Burundi: IPC Analysis of Acute Food Insecurity, June 2021 – March 2022 | Posted in December 2021 – Burundi
How many and when? The current analysis period from June to September 2021 coincides with the harvest and post-harvest period marked by relatively good food availability: for this period, more than 1 million people (9% of the analyzed population) are classified. in Crisis (IPC Phase 3), while more than 4 million people (34%) are classified in Stress (IPC Phase 2) and more than 6.6 million people (57% of the analyzed population) are food secure (IPC Phase 1). Over the two projection periods, the highly food insecure population in times of crisis (IPC Phase 3) is likely to increase to over 1.44 million people (12% of the analyzed population) over the course of the two projection periods. of the first projection period (October-December 2021: lean period) before falling to just over 1 million people (9%) in the second projection period (January-March 2022), which covers the harvest of the 2022A season.
Where and who? The current analysis has classified all livelihood zones (LZs) as Stressed (IPC Phase 2). There are, however, a few isolated pockets strongly impacted by recurrent flooding due to the rising waters on the coast of Lake Tanganyika, but this does not influence the classification of the entire area: this is the case of the Plaine de the Imbo livelihood zone. People in crisis (IPC Phase 3) are mainly those affected by floods and landslides in the west, those affected by the after-effects of water scarcity during the first agricultural season, those who have recently returned in their areas of origin and who have not yet recovered their livelihoods, and those whose livelihoods are fragile are now affected by the impact of the COVID-19 pandemic. Although classified as Stressed (IPC Phase 2), the livelihood zones of the Northern Depressions, Eastern Depressions, Wetlands and Drylands continue to record higher proportions of Crisis populations compared to other areas.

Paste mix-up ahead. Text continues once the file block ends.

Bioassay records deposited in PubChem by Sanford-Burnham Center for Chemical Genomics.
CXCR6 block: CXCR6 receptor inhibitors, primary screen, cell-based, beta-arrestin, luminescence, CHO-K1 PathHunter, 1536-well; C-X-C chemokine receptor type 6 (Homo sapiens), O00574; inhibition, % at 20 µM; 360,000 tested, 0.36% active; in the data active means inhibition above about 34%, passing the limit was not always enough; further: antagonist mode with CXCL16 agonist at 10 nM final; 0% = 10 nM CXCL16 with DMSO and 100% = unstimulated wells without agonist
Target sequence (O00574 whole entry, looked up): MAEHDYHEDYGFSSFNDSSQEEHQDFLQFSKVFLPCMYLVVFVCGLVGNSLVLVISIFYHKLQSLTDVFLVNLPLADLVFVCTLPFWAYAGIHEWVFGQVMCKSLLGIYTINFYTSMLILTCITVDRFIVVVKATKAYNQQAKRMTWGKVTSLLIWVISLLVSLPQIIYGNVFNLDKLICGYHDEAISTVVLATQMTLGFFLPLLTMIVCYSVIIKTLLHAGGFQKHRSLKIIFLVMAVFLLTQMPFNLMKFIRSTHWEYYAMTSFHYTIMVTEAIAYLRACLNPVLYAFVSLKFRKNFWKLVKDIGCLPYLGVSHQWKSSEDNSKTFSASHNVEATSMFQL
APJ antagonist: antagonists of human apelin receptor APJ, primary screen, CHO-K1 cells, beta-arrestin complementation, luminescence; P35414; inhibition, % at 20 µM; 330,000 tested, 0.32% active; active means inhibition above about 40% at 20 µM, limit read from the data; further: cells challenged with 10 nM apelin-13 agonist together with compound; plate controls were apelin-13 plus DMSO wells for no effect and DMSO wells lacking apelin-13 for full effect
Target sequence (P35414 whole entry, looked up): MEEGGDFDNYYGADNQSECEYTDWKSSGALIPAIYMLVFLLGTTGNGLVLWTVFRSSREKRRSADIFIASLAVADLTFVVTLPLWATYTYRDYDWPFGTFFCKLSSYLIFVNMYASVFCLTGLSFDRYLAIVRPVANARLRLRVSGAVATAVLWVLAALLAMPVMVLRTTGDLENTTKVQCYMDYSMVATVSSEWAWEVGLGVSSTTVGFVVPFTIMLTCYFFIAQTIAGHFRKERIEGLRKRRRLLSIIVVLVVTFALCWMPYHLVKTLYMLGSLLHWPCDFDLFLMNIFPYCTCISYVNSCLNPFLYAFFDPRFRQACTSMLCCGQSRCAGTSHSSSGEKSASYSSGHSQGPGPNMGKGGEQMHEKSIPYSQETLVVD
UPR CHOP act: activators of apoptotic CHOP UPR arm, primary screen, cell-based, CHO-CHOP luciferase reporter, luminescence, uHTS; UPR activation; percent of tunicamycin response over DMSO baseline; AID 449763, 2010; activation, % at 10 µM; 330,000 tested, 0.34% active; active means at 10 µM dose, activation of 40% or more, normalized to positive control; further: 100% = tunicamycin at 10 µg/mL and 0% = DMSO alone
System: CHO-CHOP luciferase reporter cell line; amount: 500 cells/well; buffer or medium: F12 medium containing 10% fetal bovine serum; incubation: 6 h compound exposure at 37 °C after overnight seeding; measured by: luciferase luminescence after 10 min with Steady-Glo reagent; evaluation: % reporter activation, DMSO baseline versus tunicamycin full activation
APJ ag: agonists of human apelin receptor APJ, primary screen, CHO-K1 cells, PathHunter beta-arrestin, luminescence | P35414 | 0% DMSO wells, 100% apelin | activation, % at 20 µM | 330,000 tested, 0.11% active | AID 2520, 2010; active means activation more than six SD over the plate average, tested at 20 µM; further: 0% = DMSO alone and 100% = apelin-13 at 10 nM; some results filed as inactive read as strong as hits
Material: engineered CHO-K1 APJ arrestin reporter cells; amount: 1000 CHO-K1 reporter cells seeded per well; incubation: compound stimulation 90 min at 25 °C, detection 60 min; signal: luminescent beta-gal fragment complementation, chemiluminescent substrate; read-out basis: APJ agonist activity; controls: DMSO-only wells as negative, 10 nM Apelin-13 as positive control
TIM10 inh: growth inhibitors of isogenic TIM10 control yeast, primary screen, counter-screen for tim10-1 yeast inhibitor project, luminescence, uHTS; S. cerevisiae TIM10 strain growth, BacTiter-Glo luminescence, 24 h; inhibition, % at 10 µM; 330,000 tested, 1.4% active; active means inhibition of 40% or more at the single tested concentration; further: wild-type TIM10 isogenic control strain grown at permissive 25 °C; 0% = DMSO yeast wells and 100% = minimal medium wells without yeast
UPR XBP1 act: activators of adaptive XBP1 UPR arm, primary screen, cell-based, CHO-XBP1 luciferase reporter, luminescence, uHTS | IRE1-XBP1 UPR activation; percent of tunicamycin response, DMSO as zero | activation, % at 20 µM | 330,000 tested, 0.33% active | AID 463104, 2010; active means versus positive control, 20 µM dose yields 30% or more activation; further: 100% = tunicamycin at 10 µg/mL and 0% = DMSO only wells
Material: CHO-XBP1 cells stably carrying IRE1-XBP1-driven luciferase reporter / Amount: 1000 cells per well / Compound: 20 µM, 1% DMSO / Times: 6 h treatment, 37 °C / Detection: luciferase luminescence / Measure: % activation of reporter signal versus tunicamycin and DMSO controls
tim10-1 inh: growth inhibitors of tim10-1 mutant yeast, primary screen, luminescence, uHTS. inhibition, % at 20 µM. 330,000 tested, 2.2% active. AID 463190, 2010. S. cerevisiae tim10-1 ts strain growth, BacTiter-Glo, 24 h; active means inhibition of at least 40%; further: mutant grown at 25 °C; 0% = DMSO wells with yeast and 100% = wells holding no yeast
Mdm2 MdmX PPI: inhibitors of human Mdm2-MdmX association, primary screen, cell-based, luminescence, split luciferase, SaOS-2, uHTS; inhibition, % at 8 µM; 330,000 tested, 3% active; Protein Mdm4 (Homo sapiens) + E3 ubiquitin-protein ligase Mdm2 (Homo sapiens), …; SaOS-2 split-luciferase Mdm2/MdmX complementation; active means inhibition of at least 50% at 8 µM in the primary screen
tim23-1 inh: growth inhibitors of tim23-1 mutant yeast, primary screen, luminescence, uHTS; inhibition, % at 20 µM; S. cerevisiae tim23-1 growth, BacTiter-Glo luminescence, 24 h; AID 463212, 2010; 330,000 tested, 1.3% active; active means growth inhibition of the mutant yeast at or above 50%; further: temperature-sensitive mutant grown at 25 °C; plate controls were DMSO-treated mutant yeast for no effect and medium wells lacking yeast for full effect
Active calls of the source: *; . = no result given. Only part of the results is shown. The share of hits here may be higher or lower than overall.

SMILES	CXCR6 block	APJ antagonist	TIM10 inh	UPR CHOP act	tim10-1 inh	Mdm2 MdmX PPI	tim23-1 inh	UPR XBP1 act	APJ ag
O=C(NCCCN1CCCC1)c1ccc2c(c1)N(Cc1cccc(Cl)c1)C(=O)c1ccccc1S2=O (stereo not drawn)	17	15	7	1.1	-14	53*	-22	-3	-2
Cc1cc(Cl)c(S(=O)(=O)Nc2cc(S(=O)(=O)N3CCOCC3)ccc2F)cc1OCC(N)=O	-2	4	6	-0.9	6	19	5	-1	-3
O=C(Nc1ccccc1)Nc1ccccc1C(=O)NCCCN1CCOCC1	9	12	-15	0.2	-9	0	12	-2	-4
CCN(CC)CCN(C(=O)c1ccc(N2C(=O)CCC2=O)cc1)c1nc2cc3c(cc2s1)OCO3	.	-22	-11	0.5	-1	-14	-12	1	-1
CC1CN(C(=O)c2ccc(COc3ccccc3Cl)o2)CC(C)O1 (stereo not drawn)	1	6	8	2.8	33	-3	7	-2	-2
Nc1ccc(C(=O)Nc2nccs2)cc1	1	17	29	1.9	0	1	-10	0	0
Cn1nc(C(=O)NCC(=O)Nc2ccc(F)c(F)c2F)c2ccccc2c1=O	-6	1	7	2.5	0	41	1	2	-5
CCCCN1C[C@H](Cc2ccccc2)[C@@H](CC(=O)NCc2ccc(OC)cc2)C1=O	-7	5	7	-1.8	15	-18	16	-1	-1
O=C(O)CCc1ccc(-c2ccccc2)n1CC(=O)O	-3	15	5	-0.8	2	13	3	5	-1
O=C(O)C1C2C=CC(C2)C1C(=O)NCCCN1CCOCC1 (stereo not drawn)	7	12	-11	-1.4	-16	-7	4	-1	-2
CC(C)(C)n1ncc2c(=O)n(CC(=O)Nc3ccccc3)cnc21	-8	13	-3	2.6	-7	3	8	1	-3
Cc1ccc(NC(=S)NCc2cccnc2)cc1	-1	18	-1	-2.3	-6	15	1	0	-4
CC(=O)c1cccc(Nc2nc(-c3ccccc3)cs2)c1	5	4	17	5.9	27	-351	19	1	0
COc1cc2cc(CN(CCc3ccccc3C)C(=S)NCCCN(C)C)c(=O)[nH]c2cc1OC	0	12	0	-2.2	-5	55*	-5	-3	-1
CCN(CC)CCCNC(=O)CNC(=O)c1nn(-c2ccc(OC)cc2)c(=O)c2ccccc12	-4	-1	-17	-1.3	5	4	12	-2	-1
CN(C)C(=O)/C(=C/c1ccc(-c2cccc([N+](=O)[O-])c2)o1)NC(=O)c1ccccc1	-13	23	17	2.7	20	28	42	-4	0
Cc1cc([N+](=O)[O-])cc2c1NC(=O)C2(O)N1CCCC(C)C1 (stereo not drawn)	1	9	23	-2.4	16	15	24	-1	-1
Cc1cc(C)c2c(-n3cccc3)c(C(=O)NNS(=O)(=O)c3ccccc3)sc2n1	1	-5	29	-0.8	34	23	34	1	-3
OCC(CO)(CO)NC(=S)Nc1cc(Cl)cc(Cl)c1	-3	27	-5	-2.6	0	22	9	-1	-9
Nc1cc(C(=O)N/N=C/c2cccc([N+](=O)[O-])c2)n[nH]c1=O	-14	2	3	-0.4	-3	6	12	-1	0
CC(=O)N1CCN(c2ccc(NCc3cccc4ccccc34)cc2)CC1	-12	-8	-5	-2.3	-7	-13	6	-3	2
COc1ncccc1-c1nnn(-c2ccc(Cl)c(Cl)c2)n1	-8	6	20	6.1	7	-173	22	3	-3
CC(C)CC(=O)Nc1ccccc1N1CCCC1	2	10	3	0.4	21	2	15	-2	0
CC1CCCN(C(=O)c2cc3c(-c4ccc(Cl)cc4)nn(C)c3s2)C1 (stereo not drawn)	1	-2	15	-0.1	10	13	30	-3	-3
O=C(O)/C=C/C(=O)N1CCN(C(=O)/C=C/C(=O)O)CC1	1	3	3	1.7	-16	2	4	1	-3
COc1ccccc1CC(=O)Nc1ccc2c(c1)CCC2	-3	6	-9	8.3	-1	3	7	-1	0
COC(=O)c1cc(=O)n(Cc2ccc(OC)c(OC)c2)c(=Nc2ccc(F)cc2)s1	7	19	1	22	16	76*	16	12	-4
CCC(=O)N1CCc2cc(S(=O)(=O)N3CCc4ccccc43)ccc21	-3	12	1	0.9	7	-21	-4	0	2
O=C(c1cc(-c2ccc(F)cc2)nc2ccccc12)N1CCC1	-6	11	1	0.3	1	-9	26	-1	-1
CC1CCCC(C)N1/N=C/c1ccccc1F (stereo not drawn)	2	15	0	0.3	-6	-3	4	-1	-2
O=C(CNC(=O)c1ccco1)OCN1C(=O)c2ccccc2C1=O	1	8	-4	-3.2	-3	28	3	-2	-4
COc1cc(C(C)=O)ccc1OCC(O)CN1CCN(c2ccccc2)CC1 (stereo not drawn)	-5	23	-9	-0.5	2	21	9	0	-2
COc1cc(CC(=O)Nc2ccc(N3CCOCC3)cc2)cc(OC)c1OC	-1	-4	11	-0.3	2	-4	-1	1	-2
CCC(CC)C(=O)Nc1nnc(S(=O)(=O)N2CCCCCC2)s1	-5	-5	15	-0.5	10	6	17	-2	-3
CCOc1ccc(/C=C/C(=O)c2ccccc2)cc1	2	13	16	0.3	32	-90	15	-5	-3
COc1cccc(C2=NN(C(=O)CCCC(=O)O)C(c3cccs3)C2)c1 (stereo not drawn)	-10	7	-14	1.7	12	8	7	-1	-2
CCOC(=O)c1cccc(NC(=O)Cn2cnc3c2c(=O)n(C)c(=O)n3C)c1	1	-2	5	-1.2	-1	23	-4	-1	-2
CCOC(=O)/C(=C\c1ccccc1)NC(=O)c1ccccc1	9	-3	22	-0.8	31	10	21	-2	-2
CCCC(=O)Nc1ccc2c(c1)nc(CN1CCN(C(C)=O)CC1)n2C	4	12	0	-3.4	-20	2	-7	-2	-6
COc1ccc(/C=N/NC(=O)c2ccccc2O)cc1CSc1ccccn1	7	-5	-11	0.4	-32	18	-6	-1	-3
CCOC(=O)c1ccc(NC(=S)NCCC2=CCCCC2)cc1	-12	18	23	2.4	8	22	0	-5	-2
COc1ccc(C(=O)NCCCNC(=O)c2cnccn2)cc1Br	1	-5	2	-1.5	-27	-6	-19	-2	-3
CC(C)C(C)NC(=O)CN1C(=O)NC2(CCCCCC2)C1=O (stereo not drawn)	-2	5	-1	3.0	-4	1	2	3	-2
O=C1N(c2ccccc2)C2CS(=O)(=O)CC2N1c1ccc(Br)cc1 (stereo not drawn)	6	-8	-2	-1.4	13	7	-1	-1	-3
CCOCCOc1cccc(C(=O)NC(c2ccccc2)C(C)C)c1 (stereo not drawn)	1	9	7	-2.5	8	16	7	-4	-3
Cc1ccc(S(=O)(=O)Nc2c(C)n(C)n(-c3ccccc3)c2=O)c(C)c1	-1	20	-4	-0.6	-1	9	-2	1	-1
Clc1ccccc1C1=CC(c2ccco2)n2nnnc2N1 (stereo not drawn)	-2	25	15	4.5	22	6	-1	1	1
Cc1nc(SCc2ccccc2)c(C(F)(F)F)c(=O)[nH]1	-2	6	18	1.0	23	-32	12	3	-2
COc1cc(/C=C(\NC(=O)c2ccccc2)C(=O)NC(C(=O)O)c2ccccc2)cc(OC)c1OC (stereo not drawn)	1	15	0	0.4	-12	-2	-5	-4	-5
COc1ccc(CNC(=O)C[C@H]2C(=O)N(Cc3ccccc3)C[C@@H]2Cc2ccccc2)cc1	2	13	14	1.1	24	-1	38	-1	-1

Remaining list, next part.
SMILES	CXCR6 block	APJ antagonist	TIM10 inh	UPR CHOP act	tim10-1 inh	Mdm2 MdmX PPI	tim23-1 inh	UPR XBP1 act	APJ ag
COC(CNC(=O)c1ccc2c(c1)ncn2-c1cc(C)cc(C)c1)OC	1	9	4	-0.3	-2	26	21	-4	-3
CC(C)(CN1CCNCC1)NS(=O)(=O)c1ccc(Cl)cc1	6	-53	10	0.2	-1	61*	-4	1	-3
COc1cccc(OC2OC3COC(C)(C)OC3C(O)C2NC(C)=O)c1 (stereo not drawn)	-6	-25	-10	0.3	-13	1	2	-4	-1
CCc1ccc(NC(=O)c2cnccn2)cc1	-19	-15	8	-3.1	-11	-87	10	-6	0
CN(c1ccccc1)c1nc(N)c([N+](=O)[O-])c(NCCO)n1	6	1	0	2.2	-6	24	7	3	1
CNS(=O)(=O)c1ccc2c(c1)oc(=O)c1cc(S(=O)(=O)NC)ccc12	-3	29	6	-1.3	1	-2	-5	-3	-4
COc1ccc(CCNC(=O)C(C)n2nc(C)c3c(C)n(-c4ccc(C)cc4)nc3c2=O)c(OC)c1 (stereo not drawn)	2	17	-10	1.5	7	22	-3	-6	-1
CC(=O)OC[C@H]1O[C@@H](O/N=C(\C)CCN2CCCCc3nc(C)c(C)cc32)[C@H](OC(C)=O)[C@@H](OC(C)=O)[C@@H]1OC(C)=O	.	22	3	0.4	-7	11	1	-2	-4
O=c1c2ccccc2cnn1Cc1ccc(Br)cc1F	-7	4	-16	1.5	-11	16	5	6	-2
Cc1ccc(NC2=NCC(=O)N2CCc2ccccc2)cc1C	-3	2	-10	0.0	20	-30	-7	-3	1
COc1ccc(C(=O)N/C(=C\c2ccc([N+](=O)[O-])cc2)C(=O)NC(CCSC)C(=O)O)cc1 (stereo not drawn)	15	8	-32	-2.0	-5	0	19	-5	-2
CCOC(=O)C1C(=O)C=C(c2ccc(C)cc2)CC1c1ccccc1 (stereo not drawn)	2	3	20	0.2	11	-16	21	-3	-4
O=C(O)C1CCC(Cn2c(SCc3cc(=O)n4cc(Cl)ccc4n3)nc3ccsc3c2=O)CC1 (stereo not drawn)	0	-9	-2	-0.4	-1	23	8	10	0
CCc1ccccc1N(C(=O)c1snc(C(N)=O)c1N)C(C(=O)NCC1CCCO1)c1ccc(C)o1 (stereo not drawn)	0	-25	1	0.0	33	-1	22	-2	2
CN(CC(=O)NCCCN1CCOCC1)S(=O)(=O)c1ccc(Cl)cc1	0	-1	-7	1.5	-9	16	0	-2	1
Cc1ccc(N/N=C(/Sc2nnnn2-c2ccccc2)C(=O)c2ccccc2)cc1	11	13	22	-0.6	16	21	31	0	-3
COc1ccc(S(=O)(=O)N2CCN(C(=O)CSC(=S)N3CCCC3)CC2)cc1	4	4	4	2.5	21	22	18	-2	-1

Why? Recurring climatic hazards, displacement, intense repatriation and the COVID-19 pandemic in a context of low resilience of the populations are the main factors at the origin of the food insecurity identified by this analysis. The analysis shows that the low resilience linked to structural problems of poverty and the lack of access to solid and diversified livelihoods is a major contributor to the food insecurity experienced by the majority of affected households. The main recent shocks are the persistent floods (rise in the water level of Lake Tanganyika and flooding of rivers) that have occurred along the coast of Lake Tanganyika – now under humanitarian assistance (from Gatumba in the north via Rumonge to Lake Nyanza in the south) – since late 2020, leading to displacement and loss of livelihoods for thousands of households. The after-effects of the water shortage that occurred in part of the northern lowlands during the 2021A season, as well as the impact of the COVID-19 pandemic on economic activities, especially in border areas with neighboring countries , together with pressure from returnees, are also determining factors of food insecurity in some regions.